First published in Missing Peace Turkish news agency Anadulo, citing Egypt’s oil minister Sherif Haddara, yesterday reported that Egypt will exhaust strategic oil reserves by the end of June.
According to Haddara, Egypt has enough diesel fuel to last eight days, butane enough for ten days and petrol enough for 14 days.
The news agency stated that the government was currently providing the nation’s gas stations with 18,000 tons of octane per day and 37,000 tons of diesel fuel, while also providing the country’s power stations with 23,000 tons of low-quality mazut fuel.
In recent weeks and months, Egypt has seen a spate of intermittent power blackouts, which government officials have attributed to chronic fuel shortages.
The situation in Egypt is rapidly spinning out of control. Last weekend two men were shot dead during clashes between supporters of the Muslim Brotherhood and opponents of the regime.
Secular oppositions groups have announced that on June 30th mass demonstrations will resume in order to force the current Islamist government out of power. The Muslim Brotherhood and its Islamist allies reacted this weekend by staging a massive rally in support of president Mursi.
David Goldman an analyst for The Middle East Forum wrote in his analysis for the Asian Times that Egypt is dying and cannot be fixed anymore.
Here are some excerpts from his article:
“No-one has proposed a way to find the more than US$20 billion a year that Egypt requires to stay afloat. In June 2011, then French president Nicholas Sarkozy talked about a Group of Eight support program of that order of magnitude. No Western (or Gulf State) government, though, is willing to pour that sort of money down an Egyptian sinkhole.
Egypt remains a pre-modern society, with nearly 50% illiteracy, a 30% rate of consanguineal marriage, a 90% rate of female genital mutilation, and an un- or underemployment rate over 40%”
Today the commander of the Egyptian Armed Forces, General Abdel-Fattah El-Sissi, threatened that the army would not stay on the sidelines while the country is slipping into darkness. He warned that Egypt could descend into a civil war.
Sissi pointed out that “the armed forces had avoided being drawn into the political arena, but that its national, historic and moral responsibility to the people makes it imperative that it intervenes to stop Egypt slipping into a dark tunnel of conflict, internal fighting, exchanging accusations of treason and criminality, sectarian sedition, and the collapse of institutions.”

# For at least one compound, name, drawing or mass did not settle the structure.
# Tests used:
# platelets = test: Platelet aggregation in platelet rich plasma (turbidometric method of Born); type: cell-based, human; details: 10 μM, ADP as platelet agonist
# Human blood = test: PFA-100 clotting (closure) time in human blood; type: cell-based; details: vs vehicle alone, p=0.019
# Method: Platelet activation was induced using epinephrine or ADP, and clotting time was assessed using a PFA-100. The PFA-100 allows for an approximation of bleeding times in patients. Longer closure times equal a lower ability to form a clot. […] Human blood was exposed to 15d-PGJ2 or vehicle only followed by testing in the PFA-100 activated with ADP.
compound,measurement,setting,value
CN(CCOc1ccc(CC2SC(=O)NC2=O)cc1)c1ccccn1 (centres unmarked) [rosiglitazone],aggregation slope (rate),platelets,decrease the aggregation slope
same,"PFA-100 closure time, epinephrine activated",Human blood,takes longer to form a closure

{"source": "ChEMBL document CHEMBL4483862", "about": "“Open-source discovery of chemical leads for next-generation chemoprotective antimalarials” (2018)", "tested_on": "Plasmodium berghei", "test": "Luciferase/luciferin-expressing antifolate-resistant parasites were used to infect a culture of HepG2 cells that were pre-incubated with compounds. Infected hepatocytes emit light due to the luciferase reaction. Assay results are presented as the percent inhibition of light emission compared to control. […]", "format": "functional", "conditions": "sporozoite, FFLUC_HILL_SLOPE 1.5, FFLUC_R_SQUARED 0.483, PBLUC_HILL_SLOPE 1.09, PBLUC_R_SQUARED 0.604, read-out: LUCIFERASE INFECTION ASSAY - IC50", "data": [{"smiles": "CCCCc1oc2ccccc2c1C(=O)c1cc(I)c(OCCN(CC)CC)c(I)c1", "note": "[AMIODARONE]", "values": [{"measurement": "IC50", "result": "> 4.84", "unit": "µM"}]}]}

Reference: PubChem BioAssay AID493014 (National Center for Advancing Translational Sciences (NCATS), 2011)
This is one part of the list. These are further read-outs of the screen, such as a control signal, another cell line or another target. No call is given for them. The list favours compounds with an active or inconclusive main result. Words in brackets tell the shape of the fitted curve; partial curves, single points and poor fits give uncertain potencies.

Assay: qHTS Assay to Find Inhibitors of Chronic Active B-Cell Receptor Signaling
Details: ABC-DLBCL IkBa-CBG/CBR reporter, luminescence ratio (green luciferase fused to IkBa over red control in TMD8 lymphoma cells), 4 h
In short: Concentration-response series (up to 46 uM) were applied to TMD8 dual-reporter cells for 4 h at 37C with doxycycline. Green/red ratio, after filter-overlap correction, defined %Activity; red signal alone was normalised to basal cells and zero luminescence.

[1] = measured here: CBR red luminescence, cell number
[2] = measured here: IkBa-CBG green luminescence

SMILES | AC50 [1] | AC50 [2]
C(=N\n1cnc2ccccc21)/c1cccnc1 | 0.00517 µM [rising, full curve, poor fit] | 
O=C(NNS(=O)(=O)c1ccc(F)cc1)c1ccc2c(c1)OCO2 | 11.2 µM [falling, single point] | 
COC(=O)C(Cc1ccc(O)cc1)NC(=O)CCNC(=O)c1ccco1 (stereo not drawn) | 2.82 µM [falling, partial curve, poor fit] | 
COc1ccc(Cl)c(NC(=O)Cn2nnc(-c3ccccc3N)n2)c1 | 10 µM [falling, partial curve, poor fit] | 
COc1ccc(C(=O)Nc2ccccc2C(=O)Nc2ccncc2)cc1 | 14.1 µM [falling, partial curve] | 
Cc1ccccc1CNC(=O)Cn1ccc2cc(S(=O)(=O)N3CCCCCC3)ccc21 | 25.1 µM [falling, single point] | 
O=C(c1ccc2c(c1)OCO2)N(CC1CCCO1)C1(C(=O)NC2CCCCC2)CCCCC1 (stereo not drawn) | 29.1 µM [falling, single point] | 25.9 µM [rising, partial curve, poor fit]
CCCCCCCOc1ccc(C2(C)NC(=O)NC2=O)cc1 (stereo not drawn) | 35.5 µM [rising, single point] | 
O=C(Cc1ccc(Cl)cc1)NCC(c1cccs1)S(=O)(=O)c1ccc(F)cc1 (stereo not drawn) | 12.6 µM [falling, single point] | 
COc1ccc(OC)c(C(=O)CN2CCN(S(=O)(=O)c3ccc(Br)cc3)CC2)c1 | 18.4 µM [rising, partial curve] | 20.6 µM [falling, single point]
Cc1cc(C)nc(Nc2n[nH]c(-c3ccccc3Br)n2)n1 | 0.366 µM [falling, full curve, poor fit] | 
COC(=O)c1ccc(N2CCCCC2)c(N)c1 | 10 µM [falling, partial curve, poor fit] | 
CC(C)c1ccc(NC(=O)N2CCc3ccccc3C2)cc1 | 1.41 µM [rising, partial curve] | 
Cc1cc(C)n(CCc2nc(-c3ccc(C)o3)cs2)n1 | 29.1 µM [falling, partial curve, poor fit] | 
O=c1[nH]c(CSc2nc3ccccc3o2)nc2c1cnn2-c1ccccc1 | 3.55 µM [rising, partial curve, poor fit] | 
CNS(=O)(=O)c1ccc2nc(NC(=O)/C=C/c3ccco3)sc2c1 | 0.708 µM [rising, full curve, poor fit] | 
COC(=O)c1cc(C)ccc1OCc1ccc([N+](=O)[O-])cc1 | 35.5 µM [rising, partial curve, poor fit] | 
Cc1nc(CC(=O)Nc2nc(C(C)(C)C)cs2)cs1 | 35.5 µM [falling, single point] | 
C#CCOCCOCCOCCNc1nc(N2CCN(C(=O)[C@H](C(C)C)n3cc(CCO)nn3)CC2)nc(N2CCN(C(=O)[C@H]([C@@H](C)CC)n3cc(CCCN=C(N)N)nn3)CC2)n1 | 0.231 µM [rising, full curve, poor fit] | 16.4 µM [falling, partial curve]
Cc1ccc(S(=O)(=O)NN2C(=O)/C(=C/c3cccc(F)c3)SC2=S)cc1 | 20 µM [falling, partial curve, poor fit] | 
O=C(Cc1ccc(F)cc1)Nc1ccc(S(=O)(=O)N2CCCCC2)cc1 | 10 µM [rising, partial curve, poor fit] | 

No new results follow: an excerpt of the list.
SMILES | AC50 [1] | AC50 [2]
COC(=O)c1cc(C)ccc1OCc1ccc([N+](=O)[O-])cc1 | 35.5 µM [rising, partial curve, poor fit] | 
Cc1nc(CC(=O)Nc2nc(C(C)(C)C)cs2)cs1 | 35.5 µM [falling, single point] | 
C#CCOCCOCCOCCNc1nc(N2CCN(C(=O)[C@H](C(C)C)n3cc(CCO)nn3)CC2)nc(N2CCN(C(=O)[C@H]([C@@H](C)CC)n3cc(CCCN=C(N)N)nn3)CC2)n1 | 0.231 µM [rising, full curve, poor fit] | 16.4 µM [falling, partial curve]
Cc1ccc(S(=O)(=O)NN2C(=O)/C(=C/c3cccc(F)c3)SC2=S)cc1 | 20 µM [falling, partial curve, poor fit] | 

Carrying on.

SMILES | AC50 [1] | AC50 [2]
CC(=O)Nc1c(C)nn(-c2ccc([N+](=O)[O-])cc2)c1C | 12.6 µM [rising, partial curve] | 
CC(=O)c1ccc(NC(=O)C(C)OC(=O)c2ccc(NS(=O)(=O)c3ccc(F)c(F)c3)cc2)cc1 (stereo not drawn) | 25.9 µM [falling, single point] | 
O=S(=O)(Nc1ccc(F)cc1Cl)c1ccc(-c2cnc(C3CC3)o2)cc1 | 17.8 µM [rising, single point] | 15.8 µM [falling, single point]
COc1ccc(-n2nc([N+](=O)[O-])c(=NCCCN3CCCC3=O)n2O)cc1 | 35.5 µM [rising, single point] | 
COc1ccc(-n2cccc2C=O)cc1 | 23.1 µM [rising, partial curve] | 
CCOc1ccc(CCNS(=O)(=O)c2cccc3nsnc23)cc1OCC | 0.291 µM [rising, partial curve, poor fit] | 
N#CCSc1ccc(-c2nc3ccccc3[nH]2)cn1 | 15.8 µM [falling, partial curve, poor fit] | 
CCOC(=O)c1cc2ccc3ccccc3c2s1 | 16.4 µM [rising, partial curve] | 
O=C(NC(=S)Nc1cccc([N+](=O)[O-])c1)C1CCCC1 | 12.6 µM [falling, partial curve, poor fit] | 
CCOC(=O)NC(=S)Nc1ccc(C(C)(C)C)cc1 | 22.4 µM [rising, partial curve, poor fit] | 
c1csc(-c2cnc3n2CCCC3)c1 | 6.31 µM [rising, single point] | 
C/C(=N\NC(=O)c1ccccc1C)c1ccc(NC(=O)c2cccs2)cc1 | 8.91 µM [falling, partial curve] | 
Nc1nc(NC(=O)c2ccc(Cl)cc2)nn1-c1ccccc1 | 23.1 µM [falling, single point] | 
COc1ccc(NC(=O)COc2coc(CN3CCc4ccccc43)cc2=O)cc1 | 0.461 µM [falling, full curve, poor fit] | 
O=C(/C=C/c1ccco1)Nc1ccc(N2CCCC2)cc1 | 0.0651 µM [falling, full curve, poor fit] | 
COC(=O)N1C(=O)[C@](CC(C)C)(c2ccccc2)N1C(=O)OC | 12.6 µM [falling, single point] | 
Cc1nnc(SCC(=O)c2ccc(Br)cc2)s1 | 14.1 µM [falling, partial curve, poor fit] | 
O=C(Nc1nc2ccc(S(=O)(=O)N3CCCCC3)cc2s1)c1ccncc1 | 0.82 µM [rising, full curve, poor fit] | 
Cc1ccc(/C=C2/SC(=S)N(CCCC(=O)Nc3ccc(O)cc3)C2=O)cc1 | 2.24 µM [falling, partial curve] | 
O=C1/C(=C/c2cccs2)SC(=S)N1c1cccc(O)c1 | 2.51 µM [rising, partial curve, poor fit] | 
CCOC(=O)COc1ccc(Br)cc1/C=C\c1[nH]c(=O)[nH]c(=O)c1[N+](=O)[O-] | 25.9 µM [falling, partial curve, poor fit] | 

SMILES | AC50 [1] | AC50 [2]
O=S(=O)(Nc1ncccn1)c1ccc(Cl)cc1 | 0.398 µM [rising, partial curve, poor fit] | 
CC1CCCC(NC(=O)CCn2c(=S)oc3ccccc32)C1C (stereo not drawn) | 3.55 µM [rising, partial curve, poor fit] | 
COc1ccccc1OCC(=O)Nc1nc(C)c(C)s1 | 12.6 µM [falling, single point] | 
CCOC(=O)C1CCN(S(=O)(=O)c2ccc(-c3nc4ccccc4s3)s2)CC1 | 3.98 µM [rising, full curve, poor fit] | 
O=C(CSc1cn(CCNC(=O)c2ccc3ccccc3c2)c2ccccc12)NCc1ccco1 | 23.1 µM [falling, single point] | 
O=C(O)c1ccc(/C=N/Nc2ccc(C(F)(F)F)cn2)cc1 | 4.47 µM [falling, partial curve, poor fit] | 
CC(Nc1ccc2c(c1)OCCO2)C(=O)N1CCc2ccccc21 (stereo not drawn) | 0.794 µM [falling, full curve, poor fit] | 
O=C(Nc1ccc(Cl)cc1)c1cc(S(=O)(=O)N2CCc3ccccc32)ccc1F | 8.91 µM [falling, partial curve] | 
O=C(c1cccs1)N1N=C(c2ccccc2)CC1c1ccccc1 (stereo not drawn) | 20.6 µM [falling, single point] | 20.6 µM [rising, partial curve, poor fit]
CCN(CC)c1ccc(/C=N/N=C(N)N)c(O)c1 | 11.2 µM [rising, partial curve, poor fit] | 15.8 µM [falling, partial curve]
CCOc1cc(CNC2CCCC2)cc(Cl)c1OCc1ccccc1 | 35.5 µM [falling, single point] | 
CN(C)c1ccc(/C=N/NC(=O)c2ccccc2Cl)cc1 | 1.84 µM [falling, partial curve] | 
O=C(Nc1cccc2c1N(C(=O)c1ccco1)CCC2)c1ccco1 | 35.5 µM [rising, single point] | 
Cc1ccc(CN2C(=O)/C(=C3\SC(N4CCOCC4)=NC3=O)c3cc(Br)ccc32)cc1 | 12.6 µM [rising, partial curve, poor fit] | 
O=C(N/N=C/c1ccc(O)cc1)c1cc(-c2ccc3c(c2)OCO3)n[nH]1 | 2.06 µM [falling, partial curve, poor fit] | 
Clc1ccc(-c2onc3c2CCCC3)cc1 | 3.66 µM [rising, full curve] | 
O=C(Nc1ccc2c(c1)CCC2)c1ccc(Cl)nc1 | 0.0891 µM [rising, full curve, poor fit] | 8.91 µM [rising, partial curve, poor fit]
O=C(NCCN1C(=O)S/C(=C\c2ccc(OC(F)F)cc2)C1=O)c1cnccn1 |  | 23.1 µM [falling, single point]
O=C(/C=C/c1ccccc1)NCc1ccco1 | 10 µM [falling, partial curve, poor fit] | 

He warned against the dangers of division within the political arena following last Friday’s demonstrations in support of President Mursi.
He said: “It is important to have harmony among all parties, and those who think this situation is good for the country are mistaken. It harms the country and threatens Egyptian national security.”
To make things worse the situation in Sinai is also deteriorating. The newspaper Egypt Daily News painted a grim picture of the situation in the Sinai Peninsula.
“The situation in Sinai is just shockingly bad,” said Amr Hamzawy, an opposition politician and former MP. “We have both a security crisis and a development crisis there and we’ve had them for a long time.”
The stakes for Sinai’s drift toward chaos are high. The peninsula’s eographic position makes it vitally important not only to regional stability but to the global economy as well. The recent rise of Islamist militant groups in Sinai—its vast unsecured spaces are fertile ground for both recruitment and training—has led to fears of a fanatical armed enclave directly bordering both Israel and the Gaza Strip, according to Egypt Daily News
Some protesters in Cairo have now set up tents at the Defense Ministry and demand that Morsi hands over power to the army.
About the Author: Missing Peace is an initiative of ex-members from the Israel Facts Monitor group in Israel, a group mainly consisting of Dutch immigrants; members of WAAR (a Dutch monitor organization) and Israeli Middle East- and media experts. Missing Peace aims to improve the supply of reliable information and to influence opinions about the Middle East in Europe.
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